Music

ELEVEN FOR ‘11

James Reed’s top albums of 2011

British rock artist PJ Harvey released “Let England Shake,” which was one of James Reed’s favorite albums of 2011.

Seamus Murphy

British rock artist PJ Harvey released “Let England Shake,” which was one of James Reed’s favorite albums of 2011.

1. PJ HARVEY

“Let England Shake’’ War and its lingering devastation are not the most obvious hallmarks of riveting rock music. Yet somehow Harvey wove them together against a backdrop of clanging melodies on the year’s most visceral album in indie rock. It was a train wreck for the ears: The imagery was gruesome, but you couldn’t stop listening.

2. KURT VILE

“Smoke Ring for My Halo’’ Shedding some of his cult status, this Philly singer-songwriter finally broke through with what he aptly called an “epic folk record.’’ Except this one flickered with traces of Neil Young and Lou Reed at their most dejected.

3. RAPHAEL SAADIQ

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“Stone Rollin’ ’’ For his follow-up to 2008’s acclaimed “The Way I See It,’’ Saadiq looked beyond Motown and Stax to make a modern soul classic that was not afraid to rock, roll, and sometimes even lull.

4. GILLIAN WELCH

“The Harrow & The Harvest’’ Slow as molasses and just as dark, Welch’s latest collection of sepia-toned Americana was eight years in the making and well worth the wait.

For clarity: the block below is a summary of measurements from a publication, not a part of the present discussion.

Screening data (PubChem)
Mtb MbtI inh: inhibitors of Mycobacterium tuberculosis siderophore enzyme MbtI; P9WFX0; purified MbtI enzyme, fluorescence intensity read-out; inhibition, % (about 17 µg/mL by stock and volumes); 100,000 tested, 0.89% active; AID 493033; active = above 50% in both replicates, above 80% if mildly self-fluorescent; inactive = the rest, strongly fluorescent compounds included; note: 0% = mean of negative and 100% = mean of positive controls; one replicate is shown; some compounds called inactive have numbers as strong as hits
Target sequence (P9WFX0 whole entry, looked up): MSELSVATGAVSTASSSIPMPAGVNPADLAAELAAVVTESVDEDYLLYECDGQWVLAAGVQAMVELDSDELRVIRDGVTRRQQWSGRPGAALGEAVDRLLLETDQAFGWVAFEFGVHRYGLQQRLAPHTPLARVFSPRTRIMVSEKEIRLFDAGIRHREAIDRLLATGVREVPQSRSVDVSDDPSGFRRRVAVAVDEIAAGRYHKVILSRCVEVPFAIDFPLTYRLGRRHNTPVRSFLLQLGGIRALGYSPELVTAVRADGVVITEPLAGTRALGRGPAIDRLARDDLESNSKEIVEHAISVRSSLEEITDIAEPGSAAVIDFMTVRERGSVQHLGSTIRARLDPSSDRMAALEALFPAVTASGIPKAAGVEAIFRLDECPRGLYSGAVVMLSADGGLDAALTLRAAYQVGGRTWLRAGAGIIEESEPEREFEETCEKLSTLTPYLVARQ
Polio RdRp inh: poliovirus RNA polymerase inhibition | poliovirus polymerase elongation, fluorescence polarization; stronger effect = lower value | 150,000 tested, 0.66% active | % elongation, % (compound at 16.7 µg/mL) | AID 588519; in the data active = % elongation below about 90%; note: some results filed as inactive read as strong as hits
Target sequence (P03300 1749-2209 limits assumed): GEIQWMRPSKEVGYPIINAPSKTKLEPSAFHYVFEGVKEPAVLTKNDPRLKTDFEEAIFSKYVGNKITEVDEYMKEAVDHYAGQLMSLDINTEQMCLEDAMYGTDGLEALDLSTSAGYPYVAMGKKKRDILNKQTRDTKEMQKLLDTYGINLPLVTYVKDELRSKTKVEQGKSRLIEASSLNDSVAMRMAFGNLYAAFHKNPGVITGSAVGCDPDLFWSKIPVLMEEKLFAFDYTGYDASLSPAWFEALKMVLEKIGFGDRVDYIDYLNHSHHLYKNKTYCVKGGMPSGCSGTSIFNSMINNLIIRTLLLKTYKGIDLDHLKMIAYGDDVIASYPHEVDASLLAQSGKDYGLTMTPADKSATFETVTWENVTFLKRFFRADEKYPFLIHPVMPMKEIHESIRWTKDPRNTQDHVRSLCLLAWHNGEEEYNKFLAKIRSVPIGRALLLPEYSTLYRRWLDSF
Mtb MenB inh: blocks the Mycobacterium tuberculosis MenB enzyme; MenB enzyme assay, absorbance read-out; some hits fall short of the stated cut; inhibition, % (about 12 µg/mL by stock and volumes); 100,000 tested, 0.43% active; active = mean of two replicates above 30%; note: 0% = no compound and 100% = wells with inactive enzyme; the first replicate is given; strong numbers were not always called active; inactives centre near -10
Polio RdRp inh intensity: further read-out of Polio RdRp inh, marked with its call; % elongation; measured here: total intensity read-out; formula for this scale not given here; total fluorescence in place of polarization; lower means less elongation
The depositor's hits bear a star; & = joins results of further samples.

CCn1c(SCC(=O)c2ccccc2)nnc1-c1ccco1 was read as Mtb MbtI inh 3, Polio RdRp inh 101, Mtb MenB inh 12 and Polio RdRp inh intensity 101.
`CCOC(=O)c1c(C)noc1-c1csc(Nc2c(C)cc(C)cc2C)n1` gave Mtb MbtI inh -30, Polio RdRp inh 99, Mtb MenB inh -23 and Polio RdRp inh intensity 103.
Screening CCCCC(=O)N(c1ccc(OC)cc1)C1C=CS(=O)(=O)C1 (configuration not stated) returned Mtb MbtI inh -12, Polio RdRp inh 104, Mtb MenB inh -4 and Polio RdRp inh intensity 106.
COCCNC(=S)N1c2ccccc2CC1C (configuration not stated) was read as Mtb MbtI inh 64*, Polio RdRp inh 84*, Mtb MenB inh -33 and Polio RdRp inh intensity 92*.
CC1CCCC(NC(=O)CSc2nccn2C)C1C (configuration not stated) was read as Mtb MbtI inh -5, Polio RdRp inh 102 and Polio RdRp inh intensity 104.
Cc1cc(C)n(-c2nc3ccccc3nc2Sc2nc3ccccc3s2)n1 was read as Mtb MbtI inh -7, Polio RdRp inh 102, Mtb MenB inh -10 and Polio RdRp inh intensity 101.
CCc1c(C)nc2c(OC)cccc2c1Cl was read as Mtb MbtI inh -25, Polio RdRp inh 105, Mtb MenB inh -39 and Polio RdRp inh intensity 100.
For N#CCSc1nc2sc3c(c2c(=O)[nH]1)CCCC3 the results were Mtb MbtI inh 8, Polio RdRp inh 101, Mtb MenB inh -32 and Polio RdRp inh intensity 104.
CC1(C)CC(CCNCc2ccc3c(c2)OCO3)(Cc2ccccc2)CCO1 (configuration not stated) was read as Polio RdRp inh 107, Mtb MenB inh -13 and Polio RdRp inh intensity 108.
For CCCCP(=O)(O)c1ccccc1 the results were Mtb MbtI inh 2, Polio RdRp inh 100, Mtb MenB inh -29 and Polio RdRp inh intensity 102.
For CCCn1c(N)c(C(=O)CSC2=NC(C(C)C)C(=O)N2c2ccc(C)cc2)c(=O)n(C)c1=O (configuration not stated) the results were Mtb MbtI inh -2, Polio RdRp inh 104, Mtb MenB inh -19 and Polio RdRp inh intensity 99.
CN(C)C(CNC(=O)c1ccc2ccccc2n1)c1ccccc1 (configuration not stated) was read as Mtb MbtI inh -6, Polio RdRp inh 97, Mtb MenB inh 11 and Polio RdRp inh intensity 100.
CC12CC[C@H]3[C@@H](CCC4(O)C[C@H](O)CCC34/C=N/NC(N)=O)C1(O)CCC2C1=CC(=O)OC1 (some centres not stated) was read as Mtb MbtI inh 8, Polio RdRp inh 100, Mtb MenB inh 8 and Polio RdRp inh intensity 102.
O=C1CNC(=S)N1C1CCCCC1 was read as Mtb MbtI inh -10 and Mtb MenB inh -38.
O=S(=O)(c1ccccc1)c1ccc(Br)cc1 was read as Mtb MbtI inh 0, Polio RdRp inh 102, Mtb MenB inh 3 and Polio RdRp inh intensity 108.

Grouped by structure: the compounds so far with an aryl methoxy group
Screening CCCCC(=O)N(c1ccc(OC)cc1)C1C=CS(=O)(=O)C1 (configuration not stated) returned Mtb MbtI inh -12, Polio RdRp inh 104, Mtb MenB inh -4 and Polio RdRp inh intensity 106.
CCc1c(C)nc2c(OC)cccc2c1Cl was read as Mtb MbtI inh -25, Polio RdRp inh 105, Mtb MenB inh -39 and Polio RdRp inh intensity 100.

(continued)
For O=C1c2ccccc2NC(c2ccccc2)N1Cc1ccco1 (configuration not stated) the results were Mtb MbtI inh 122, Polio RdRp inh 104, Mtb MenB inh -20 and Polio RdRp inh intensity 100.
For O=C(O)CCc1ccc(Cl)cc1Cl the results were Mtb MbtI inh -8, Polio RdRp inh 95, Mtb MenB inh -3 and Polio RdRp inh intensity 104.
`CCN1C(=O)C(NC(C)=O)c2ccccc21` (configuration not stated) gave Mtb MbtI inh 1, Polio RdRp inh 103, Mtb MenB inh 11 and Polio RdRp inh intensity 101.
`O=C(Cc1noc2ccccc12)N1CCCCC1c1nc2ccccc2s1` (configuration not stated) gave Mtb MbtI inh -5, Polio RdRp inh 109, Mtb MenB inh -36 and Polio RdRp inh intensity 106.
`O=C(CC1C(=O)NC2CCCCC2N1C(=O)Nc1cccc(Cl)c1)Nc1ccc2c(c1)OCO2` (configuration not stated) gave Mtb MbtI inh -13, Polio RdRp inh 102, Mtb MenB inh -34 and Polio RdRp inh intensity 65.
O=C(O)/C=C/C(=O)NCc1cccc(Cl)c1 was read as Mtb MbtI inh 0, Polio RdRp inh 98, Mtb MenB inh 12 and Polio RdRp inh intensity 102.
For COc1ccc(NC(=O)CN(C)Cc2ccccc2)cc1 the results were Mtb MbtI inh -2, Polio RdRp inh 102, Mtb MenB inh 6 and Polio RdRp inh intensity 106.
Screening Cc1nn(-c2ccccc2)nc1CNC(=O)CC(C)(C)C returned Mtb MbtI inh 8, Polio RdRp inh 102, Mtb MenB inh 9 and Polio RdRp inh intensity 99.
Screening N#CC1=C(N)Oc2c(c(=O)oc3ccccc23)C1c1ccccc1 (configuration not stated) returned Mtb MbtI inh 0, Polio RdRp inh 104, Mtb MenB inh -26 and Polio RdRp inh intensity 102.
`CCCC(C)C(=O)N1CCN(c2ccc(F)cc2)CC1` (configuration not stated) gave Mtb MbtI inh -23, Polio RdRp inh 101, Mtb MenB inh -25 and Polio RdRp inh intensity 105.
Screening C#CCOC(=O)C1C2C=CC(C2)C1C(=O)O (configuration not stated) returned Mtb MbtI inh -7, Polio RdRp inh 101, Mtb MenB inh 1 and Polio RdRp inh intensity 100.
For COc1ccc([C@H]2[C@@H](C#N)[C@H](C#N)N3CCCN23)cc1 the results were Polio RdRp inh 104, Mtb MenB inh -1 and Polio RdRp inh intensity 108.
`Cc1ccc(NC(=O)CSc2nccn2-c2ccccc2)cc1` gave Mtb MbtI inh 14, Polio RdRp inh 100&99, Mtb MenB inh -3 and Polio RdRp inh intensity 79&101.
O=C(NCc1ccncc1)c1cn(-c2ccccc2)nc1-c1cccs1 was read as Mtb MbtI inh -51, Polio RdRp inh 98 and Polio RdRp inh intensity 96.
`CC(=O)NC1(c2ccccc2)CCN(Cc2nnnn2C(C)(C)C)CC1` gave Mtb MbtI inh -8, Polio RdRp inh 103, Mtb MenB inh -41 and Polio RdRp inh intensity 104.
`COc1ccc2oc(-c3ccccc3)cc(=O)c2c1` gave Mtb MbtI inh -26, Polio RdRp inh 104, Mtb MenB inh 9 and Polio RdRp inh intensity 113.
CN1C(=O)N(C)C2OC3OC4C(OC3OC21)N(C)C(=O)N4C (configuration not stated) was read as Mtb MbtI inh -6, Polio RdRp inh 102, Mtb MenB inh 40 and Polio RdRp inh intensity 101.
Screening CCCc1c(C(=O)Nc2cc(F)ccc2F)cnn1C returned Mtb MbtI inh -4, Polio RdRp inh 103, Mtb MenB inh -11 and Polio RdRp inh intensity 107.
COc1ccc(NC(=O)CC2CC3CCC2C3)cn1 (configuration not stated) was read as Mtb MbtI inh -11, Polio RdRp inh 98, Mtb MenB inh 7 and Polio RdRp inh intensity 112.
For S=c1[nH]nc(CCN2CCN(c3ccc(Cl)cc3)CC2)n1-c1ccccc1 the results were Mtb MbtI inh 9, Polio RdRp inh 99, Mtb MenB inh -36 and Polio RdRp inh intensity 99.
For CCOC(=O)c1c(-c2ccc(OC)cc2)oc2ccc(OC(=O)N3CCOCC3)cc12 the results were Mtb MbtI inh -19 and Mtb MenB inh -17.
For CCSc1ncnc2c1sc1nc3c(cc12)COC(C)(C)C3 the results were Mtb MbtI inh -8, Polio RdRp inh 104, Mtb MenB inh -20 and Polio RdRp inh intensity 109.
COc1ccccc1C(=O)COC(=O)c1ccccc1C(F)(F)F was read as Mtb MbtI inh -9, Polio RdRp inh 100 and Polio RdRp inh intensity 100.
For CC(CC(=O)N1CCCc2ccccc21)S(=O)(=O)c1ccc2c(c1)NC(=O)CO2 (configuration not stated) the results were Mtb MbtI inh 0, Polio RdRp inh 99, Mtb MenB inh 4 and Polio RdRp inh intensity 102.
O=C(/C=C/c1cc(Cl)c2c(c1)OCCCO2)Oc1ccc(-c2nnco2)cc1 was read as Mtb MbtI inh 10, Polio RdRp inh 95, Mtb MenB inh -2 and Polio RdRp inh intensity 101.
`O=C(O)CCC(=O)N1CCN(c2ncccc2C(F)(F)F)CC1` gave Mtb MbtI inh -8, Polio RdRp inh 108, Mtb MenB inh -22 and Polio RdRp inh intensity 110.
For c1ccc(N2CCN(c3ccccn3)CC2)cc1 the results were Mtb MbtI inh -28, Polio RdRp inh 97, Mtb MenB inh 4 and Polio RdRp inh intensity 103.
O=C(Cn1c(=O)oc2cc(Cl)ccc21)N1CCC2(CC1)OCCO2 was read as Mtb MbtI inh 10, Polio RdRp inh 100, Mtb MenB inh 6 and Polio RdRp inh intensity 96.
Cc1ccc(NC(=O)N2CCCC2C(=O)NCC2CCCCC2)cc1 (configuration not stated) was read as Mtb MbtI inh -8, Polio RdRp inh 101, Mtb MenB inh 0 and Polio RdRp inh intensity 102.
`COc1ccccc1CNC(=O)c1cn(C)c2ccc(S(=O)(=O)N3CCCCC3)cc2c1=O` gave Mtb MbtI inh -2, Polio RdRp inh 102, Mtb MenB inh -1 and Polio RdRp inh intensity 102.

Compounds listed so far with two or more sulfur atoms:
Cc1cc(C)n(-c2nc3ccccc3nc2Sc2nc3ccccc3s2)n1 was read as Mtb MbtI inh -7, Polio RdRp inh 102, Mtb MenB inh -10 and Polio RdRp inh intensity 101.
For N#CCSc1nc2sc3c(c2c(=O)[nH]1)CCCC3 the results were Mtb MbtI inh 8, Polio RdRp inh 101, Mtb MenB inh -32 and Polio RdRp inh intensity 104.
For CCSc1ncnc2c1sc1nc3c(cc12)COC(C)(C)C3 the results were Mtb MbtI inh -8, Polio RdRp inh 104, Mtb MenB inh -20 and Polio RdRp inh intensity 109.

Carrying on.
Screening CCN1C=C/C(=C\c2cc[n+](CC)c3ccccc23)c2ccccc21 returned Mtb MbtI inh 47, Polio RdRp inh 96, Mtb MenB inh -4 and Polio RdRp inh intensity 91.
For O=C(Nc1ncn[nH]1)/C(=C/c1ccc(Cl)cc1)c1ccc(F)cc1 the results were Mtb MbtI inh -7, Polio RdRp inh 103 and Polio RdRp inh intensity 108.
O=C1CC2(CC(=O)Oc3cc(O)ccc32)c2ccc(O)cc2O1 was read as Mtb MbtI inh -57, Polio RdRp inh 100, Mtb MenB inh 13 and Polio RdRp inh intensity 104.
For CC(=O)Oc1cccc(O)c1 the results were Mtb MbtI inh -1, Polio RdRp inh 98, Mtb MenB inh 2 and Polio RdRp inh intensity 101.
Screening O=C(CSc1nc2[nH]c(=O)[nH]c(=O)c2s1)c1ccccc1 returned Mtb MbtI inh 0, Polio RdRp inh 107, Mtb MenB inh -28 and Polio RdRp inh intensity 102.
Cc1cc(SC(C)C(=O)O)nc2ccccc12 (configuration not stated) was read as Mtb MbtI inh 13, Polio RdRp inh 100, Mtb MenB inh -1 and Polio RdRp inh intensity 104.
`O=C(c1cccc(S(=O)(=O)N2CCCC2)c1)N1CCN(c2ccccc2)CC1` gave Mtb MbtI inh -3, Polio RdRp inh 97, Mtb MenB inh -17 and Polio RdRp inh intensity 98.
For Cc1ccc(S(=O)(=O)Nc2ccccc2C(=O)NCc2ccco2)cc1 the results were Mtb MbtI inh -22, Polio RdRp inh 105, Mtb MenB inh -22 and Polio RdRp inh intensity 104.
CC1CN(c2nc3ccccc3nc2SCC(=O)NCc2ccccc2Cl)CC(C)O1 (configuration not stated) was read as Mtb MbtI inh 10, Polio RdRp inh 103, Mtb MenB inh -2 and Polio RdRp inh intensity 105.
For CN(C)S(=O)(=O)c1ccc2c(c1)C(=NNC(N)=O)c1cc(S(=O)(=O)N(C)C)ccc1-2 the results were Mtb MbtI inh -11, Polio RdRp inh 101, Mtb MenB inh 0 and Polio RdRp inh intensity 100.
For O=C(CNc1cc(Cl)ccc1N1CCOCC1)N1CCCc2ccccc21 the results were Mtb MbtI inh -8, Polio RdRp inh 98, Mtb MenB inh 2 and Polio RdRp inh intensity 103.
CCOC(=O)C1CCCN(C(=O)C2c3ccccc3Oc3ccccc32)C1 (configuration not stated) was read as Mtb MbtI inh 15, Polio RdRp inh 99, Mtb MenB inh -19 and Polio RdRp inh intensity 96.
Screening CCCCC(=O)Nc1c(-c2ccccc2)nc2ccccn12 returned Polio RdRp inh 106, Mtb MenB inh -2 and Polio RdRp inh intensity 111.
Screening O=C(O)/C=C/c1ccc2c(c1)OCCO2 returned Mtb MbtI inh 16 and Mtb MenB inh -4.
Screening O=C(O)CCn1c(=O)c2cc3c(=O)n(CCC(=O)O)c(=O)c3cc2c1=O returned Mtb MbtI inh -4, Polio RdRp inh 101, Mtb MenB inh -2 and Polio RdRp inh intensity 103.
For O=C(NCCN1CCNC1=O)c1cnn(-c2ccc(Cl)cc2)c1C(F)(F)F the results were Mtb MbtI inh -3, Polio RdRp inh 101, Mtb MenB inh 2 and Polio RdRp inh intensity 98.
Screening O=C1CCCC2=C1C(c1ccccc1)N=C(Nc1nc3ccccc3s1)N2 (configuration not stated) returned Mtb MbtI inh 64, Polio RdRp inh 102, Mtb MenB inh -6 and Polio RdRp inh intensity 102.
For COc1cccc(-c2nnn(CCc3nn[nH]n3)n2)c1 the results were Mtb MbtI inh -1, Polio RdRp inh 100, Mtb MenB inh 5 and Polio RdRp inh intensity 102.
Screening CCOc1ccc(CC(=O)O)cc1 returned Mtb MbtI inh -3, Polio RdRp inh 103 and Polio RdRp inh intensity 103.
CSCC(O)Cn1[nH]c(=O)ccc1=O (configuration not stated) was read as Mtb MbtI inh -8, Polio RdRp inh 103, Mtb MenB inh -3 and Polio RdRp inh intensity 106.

5. BEYONCÉ

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“4’’ How’s this for a diva reinvention: One of pop’s brightest stars turned inward to take stock of her life and realized she is pretty content. More introspective than exclamatory, “4’’ was nevertheless deeply satisfying - no doubt for the artist as much as for her fans.

6. BON IVER

“Bon Iver’’ No longer an underground sensation, frontman Justin Vernon dared to recast his austere folk songs into something far more spectral and grandiose. It paid off: Bon Iver is nominated for four Grammys, including best new artist, at next year’s ceremony.

7. TOM WAITS

“Bad as Me’’ He has always been full of surprises and quick to take a detour, but on his latest, Waits finally found the sweet spot among his various guises: carnival barker, tender balladeer, rockabilly hellcat, and ramshackle bluesman.

8. WASHED OUT

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“Within and Without’’ The debut from Ernest Greene’s one-man synth-pop band got lumped into the chillwave movement, but it couldn’t have been any warmer. It was the rare dance album that had heart and soul in mind as much as beats and hooks.

9. LIA ICES

“Grown Unknown’’ A torch singer masquerading as folk musician, this Brooklyn, N.Y., singer-songwriter bewitched on her sophomore release with shape-shifting textures and her gossamer soprano.

10. DUM DUM GIRLS

“Only in Dreams’’ Everything popped in Technicolor on the Dum Dums’ confident second album: The guitars were heavier, the melodies more streamlined, and lead singer Dee Dee summoned the sass of Chrissie Hynde when she went in for the kill. “Coming Down’’ still gives me chills.

BIGGEST SURPRISE

K.D. LANG & THE SISS BOOM BANG “Sing It Loud’’ Backed by a lean new band that knew how to frame and complement that big voice of hers, lang returned to form with an album that easily ranks as her most memorable in at least a decade.

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